Sermon Snippet: Acts 19:11-20

Acts 19:11-20(See full sermon here.)

Today, in our culture, we don’t understand the world to be filled with demons–except maybe on Halloween. Otherwise, we’re more likely to ascribe illness to a virus or bacterial infection or cancer; erratic, illogical behavior is blamed on mental illness; a series of tragedies chalked up to bad choices or plain old bad luck.

We understand the causes differently than they did in the first century. But the problems persist. Whether you call it demons or disease or neurosis or bad luck–people still suffer, people still need the power of Christ to set them free and lead them to abundant life.

Back in Paul’s day, it seems that there was some confusion about how exactly that power worked. I imagine that the seven sons of Sceva weren’t the only people to confuse miracle with magic, to try to harness and control the power of God rather than opening themselves up to let God’s power control and transform them.

It’s been a temptation throughout the history of the Christian church–to think that if we say the right prayers, give money to the right people, worship in the right way, follow the right set of rules, hang out with the right crowd–the temptation to believe that if we just get some external piece right, the power of Christ will prevail in our lives for health, for wealth, for restored relationships . . . for whatever we want.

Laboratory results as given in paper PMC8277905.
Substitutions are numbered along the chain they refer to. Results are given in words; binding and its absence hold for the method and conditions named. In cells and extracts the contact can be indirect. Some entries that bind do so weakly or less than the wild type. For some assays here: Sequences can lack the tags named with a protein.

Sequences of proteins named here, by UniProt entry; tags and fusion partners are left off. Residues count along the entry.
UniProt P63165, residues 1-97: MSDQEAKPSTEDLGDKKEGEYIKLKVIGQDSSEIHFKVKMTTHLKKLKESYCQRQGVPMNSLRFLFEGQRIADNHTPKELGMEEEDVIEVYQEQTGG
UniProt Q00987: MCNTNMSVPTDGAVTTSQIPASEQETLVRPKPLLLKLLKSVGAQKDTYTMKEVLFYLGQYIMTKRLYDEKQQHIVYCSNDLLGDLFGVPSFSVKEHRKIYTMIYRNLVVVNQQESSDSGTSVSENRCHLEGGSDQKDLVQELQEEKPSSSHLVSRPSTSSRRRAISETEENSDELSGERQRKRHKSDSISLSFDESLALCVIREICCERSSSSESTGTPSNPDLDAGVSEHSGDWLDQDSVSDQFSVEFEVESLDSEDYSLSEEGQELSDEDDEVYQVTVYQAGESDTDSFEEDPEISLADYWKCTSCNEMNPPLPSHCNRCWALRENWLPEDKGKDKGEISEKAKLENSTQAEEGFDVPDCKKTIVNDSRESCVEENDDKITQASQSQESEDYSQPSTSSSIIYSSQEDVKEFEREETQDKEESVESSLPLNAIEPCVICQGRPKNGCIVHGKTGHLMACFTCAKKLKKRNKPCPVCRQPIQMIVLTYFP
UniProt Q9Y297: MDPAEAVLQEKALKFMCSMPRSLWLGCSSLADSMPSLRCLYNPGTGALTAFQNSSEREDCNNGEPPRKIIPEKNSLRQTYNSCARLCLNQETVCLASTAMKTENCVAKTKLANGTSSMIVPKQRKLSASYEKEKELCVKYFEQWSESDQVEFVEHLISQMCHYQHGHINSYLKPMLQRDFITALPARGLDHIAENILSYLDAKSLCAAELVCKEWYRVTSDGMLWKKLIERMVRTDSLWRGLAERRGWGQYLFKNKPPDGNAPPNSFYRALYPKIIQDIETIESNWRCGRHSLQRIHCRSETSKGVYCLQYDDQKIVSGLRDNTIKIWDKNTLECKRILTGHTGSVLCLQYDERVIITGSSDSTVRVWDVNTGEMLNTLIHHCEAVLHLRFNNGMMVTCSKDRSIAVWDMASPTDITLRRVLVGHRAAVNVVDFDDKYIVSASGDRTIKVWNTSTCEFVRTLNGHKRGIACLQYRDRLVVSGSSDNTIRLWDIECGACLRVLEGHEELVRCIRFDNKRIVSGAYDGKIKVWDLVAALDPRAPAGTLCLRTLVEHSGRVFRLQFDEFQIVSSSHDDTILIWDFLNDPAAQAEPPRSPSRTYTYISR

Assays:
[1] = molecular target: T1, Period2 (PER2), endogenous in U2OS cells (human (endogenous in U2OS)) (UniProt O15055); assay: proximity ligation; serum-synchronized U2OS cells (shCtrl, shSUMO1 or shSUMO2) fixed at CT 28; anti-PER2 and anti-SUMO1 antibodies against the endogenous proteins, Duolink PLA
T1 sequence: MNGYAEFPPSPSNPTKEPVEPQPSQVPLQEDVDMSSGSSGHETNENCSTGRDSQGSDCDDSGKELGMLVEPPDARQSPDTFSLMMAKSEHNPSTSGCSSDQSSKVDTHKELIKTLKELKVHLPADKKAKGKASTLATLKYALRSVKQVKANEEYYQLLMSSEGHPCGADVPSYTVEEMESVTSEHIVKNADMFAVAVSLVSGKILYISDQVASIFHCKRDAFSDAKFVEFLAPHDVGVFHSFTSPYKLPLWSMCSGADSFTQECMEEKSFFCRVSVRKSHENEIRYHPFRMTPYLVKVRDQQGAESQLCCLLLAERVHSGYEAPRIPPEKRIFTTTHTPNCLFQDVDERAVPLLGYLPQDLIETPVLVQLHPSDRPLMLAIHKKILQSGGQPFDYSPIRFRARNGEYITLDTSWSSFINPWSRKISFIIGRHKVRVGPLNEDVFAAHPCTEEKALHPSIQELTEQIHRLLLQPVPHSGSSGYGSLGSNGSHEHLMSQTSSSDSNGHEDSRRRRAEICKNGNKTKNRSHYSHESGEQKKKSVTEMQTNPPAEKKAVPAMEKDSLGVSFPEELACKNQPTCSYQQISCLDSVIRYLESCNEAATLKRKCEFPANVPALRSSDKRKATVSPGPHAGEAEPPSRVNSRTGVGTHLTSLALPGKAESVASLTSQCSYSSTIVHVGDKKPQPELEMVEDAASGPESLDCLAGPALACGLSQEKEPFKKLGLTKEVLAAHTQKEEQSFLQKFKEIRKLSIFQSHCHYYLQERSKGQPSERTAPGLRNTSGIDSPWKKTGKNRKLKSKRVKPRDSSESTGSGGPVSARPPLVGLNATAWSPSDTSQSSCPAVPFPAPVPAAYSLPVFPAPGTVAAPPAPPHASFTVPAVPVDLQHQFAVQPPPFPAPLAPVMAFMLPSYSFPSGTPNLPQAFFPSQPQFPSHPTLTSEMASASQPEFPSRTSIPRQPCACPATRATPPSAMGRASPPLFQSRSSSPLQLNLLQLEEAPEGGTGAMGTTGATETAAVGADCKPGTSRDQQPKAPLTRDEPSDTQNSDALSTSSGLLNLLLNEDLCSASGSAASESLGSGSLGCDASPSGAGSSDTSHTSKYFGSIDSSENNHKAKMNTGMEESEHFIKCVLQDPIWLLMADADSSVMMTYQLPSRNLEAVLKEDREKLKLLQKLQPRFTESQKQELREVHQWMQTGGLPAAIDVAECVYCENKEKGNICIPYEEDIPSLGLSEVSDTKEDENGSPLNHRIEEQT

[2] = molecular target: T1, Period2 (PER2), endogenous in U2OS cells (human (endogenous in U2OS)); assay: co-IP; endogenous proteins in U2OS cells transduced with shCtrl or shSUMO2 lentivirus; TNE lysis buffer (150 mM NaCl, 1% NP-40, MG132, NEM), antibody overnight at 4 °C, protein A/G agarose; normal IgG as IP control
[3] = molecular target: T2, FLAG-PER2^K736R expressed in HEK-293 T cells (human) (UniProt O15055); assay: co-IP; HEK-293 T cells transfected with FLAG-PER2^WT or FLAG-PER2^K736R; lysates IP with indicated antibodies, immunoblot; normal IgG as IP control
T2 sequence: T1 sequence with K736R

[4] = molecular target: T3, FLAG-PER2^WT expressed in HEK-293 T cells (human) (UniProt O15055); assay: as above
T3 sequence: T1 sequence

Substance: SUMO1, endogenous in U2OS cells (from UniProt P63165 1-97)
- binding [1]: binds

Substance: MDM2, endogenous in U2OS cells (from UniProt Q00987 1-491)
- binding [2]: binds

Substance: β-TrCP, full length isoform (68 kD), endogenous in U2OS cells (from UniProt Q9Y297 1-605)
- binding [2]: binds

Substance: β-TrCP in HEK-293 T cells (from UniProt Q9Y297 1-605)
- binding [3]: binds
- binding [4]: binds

The earliest Anabaptists were, in large measure, arguing against such magical understandings of the power of Christ and the work of the church. Baptism is a choice to follow Jesus, not some magical protection spell. Communion is a demonstration of faith and community, not a trick to get God’s good favor. Prayer is a means of developing a relationship with God, not a ticket for forgiveness. We Mennonites have a long tradition of wrestling with the power of Christ–with what it is and what it isn’t.

There are, of course, grotesque examples today of people who try to manipulate the power of God. I once received a paper prayer rug in the mail with instructions to put it on the floor and pray while kneeling on it. And maybe send this organization a little money. And my prayers would come true.

And there are slightly more subtle examples of this phenomenon. . . . We can try to control God’s work in our spiritual lives as well. . . . I talked to my spiritual director yesterday about how I’ve been slacking on my spiritual practices and feeling a bit ungrounded, cranky, spiritually lazy. And if I’m honest, what I probably wanted was a few magic words or a specific formula for making God show up when I pray, for making the Holy Spirit hold my tongue when I’m getting ready to say something harsh. But instead we talked about several practices I could try. Because, according to him, there is no magic way to rub the lamp and make the genie appear. Sometimes we experience God in one way, sometimes in another.